Submitted to: European Journal of Plant Pathology
Publication Type: Peer Reviewed Journal
Publication Acceptance Date: 3/19/2007
Publication Date: 11/1/2007
Citation: Loper, J.E., Gross, H. 2007. Genomic analysis of antifungal metabolite production by Pseudomonas fluorescens Pf-5. European Journal of Plant Pathology. 119:265-278. Interpretive Summary: The entire genome of Pseudomonas fluorescens Pf-5, a biological control agent that lives on plant roots, was sequenced to completion recently. In this article, we describe regions of the genome that are responsible for the production of antibiotics that are toxic to soil fungi that cause plant diseases. Four of the regions have been described before in Pf-5 or other bacteria, but in this article we describe the DNA surrounding those known regions and point out new genes that are also likely to contribute to antibiotic production. We also describe a new region that we discovered in the genome and explain the process we used to identify a new antibiotic that is synthesized from DNA in that region. This new antibiotic is in a new class of compounds that are toxic to plant pathogens in a group of soil organisms called Oomycetes. This new antibiotic is the first to be identified by mining the genome of Pf-5 and the first novel compound to be identified by mining the genome of any Pseudomonas spp.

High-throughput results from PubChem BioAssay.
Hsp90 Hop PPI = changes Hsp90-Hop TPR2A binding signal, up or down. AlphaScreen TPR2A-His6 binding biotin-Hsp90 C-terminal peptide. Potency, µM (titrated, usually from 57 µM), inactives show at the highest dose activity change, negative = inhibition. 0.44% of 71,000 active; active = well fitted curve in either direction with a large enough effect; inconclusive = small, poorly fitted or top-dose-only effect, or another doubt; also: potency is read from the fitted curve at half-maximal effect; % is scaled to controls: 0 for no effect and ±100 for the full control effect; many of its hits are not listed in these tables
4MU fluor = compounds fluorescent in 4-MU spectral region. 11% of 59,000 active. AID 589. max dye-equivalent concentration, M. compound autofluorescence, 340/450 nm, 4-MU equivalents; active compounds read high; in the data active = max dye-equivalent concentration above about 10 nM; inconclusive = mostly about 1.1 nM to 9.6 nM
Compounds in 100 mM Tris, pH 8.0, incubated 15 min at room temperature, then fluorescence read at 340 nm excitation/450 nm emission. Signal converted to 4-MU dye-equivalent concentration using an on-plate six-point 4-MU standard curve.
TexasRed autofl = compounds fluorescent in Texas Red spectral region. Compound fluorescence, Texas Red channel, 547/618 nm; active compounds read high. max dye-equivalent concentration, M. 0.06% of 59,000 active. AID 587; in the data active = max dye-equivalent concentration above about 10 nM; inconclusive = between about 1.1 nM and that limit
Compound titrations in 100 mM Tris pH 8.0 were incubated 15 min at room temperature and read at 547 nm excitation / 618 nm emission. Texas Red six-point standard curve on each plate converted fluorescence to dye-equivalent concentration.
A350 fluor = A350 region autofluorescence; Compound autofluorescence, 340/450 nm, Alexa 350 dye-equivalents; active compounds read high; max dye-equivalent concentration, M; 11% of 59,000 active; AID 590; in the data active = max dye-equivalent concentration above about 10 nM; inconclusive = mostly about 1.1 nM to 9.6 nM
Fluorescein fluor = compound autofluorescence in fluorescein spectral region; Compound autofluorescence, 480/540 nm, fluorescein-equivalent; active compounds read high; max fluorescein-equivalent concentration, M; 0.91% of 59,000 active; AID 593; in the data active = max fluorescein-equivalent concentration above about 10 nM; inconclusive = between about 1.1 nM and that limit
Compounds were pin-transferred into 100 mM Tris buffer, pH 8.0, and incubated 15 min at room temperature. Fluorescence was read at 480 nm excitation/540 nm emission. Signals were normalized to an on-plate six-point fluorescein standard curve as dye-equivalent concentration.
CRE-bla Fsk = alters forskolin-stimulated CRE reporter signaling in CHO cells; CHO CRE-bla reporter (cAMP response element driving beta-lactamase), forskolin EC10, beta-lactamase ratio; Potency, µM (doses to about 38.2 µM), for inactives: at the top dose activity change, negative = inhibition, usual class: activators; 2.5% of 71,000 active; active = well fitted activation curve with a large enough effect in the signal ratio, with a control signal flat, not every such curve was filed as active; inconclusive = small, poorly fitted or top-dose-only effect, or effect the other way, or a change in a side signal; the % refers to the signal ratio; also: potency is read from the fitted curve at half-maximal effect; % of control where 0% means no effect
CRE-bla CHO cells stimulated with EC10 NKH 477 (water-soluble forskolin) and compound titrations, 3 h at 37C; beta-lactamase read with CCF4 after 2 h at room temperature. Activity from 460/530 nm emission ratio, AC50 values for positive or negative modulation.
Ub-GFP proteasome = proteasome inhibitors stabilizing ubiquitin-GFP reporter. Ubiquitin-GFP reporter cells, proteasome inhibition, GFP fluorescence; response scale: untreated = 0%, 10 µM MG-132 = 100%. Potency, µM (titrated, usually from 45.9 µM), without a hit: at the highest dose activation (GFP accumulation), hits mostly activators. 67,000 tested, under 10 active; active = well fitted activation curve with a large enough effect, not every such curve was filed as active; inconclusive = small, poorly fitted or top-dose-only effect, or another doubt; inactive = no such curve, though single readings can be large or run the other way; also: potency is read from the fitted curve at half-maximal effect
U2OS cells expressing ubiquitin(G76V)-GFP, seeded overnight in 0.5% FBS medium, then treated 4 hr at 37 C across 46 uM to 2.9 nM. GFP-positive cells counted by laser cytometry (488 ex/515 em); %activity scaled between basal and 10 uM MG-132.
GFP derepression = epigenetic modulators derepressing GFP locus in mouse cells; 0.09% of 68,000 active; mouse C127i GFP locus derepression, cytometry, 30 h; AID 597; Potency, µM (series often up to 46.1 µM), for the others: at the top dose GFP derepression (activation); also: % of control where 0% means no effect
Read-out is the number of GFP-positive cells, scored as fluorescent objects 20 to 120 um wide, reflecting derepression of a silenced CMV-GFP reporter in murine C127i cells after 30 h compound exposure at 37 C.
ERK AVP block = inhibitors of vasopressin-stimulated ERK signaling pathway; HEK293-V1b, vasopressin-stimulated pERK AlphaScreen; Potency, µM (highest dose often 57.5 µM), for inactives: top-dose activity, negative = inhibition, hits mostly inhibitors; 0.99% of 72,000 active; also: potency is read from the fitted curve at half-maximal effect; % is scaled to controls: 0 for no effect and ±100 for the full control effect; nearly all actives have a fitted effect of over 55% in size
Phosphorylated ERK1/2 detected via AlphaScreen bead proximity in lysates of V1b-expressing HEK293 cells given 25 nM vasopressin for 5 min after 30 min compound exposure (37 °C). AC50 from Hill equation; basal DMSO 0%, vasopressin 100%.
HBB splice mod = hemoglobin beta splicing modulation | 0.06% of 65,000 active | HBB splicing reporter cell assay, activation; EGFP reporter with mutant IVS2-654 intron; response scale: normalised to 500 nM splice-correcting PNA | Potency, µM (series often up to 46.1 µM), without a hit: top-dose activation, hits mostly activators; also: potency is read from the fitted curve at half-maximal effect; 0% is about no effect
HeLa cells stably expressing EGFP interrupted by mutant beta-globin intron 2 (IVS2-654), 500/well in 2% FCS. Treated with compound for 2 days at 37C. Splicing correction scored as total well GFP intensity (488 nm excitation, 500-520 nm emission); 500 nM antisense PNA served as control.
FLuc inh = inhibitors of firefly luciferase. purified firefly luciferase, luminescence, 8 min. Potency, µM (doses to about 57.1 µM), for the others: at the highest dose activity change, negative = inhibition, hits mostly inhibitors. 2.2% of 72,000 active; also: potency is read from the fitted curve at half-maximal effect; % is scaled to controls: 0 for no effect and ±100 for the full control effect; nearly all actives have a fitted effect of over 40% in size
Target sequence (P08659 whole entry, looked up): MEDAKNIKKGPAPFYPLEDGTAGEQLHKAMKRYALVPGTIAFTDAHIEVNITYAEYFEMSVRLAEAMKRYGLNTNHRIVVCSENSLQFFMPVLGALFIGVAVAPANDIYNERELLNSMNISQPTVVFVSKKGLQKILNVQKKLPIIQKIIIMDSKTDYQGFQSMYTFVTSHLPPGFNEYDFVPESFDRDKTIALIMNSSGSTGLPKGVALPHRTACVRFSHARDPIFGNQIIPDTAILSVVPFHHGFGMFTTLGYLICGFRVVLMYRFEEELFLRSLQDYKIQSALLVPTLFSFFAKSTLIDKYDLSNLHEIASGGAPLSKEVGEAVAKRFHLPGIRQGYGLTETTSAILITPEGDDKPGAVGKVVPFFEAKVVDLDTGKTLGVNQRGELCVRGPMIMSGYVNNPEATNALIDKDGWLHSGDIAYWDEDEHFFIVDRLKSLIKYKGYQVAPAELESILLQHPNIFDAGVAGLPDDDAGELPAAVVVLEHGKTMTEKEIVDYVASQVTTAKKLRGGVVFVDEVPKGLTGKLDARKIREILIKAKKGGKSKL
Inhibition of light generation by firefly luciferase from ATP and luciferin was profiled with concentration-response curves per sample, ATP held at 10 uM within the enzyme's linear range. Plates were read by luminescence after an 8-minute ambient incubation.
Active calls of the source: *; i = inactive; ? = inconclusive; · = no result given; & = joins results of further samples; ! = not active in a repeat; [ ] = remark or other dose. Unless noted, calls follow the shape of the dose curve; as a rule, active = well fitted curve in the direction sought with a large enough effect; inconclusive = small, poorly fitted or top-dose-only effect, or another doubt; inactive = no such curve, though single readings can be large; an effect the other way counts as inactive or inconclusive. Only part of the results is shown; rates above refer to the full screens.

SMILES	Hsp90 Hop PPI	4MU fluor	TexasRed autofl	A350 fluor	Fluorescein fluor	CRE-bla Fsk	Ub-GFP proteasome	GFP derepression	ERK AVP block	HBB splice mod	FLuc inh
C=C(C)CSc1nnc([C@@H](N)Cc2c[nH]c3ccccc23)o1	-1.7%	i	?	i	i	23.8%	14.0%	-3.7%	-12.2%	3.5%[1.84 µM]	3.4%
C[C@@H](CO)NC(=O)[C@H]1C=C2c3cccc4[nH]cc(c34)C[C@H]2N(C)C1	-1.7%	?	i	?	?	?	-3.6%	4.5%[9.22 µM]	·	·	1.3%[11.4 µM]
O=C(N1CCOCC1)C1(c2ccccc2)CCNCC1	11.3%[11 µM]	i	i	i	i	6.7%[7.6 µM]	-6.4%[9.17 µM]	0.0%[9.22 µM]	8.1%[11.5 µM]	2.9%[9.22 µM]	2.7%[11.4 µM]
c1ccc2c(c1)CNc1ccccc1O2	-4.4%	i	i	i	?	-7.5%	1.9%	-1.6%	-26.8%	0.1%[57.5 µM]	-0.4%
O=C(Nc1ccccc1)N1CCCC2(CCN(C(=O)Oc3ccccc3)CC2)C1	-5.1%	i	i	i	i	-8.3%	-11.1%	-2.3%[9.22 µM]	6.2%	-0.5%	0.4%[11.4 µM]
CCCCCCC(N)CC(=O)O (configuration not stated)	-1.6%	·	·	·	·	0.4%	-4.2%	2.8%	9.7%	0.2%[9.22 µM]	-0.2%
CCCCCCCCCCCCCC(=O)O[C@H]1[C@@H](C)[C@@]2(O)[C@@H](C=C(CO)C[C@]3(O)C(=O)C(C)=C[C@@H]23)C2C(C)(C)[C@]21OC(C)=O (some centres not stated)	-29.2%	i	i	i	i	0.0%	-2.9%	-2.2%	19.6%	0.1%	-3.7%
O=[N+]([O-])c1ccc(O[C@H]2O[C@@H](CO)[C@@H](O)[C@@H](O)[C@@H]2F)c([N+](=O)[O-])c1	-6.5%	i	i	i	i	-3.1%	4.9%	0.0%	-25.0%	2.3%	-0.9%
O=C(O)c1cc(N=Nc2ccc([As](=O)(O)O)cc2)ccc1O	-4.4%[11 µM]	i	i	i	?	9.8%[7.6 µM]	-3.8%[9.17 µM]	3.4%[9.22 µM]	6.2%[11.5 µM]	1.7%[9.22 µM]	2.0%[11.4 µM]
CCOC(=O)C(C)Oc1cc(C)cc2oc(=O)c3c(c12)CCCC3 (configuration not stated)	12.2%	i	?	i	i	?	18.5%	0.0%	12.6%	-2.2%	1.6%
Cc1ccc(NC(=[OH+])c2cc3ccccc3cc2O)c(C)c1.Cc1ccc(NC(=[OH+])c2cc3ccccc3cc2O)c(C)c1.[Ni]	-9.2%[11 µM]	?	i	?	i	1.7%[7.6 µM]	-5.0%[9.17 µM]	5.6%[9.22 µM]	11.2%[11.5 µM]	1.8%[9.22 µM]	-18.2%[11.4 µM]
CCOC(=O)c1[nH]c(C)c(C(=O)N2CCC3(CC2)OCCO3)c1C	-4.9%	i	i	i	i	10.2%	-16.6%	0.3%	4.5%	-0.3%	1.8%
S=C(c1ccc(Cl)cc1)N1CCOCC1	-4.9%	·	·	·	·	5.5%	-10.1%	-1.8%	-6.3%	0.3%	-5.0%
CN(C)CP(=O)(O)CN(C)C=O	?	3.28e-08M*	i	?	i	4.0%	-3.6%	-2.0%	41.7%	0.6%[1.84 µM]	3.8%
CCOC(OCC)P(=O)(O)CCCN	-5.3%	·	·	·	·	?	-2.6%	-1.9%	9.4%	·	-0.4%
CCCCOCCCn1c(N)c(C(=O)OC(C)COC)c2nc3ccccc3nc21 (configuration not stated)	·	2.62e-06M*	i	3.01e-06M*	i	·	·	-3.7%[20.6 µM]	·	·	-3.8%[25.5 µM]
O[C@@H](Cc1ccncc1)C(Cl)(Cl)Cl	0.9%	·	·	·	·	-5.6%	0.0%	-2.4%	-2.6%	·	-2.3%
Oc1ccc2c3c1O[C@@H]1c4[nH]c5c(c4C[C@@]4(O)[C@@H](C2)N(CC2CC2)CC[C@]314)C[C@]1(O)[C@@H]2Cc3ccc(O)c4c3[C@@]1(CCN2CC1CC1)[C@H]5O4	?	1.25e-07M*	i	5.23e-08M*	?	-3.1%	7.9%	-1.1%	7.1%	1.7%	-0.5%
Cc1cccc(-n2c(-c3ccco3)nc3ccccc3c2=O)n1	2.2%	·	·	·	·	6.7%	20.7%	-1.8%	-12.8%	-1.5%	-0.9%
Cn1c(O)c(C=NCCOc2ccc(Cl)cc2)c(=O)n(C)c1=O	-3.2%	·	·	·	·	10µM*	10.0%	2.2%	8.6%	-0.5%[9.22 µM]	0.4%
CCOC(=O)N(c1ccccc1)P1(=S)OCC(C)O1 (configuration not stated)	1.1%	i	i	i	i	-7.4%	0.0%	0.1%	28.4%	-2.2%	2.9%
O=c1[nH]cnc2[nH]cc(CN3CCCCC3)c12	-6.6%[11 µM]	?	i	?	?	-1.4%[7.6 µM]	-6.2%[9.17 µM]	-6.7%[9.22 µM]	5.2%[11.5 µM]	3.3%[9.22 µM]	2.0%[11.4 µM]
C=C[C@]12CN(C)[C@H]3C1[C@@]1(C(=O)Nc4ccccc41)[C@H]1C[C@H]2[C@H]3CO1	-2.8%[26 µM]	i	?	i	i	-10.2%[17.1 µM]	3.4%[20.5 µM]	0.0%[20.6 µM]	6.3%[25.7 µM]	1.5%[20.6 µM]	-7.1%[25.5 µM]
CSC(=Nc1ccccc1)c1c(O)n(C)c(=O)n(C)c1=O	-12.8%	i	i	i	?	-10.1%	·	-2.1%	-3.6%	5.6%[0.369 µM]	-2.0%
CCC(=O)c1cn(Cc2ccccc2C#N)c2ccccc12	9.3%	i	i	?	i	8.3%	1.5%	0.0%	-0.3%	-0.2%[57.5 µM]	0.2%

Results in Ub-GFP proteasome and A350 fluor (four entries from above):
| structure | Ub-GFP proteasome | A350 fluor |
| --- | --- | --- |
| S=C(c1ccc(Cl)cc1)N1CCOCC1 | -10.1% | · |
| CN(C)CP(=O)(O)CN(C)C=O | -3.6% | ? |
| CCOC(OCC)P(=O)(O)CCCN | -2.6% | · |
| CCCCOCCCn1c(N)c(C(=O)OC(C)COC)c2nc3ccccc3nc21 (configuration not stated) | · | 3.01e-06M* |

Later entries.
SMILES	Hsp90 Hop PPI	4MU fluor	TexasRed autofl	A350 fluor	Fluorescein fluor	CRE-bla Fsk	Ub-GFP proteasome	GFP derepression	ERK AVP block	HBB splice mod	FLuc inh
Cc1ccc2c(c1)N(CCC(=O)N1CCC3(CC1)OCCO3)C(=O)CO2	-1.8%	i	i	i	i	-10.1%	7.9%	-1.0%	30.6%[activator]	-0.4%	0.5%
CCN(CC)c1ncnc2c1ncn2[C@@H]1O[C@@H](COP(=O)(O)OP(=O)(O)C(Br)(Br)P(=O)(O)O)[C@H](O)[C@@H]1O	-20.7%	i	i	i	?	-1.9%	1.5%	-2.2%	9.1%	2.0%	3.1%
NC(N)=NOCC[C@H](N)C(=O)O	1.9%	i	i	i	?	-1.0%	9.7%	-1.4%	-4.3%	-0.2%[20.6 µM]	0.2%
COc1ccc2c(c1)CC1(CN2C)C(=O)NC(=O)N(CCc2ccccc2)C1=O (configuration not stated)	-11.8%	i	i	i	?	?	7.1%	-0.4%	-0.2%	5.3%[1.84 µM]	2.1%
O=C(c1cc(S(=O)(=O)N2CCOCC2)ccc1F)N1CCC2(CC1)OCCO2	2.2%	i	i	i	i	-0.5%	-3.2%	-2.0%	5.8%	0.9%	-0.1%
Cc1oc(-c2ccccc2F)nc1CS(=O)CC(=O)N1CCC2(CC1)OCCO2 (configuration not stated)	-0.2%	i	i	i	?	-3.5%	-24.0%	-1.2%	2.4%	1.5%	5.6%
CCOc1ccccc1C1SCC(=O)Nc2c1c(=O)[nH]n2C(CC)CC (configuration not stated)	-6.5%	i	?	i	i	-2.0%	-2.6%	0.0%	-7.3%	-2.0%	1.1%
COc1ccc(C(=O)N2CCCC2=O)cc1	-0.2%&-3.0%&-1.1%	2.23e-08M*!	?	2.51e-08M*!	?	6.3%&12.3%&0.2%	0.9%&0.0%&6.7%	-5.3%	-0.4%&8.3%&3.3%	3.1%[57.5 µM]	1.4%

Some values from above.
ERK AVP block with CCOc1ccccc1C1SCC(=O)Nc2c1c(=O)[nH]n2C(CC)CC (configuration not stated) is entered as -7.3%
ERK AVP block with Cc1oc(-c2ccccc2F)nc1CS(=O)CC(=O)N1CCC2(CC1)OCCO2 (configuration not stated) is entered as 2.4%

Technical Abstract: The complete genomic sequences of several Pseudomonas spp. that inhabit the rhizosphere are now available, providing a new opportunity to advance knowledge of plant-growth promoting rhizobacteria through genomics. Among these is the biological control bacterium Pseudomonas fluorescens Pf-5. Nearly 6% of the 7.07 Mb genome of Pf-5 is devoted to the biosynthesis of secondary metabolites, including four antibiotics toxic to soilborne fungi and Oomycetes that infect plant roots and two siderophores involved in iron acquisition. Three orphan gene clusters, for which the encoded natural product was unknown, also were identified in the genome of Pf-5. The product synthesized from one of the orphan gene clusters was identified using a new 'genomisotopic approach', which employs a combination of genomic sequence analysis and isotope guided fractionation. Application of the genomisotopic approach to one orphan gene cluster in Pf-5 resulted in the discovery of orfamide A, founder of a new group of bioactive cyclic lipopeptides with a putative role in biological control of plant disease